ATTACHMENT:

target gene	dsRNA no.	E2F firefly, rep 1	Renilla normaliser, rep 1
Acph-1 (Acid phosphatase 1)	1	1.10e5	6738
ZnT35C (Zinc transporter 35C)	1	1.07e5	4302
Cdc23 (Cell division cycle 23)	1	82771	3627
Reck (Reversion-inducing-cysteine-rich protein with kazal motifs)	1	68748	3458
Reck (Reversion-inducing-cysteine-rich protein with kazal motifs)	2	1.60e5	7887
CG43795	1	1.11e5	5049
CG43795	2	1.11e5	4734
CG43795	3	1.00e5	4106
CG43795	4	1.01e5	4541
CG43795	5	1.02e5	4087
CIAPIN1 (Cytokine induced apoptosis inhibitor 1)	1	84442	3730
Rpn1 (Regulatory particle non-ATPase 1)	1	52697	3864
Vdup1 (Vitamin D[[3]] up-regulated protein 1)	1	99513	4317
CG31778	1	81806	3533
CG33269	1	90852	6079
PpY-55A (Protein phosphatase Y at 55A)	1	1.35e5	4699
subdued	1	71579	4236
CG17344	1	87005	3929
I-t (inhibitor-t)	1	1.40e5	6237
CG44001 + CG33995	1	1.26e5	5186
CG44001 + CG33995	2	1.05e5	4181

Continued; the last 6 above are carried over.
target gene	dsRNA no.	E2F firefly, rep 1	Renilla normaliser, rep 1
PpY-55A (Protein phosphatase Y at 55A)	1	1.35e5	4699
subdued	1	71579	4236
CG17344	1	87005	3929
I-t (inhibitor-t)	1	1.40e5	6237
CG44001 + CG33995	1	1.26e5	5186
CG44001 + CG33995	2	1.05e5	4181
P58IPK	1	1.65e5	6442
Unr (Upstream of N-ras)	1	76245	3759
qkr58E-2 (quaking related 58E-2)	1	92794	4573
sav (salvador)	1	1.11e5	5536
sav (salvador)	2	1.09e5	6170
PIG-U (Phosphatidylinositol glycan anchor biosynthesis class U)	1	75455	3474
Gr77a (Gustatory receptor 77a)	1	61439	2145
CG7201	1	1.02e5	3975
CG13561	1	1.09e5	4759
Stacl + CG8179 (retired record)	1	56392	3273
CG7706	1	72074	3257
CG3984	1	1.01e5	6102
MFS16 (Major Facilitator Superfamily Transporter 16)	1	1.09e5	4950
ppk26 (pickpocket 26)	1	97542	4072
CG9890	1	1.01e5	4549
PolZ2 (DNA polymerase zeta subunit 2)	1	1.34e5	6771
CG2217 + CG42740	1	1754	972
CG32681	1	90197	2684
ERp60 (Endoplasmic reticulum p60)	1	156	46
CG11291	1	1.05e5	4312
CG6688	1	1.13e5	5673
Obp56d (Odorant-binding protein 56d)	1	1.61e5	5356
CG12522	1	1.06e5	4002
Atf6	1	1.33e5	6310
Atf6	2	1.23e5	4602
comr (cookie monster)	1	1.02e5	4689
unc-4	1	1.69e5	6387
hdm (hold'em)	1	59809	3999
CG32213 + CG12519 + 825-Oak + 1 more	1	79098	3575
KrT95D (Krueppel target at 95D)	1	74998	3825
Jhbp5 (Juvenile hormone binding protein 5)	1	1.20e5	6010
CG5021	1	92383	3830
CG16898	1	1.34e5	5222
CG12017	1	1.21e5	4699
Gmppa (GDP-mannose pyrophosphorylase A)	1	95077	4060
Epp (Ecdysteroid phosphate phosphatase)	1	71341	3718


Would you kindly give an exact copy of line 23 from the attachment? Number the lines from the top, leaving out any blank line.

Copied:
Continued; the last 6 above are carried over.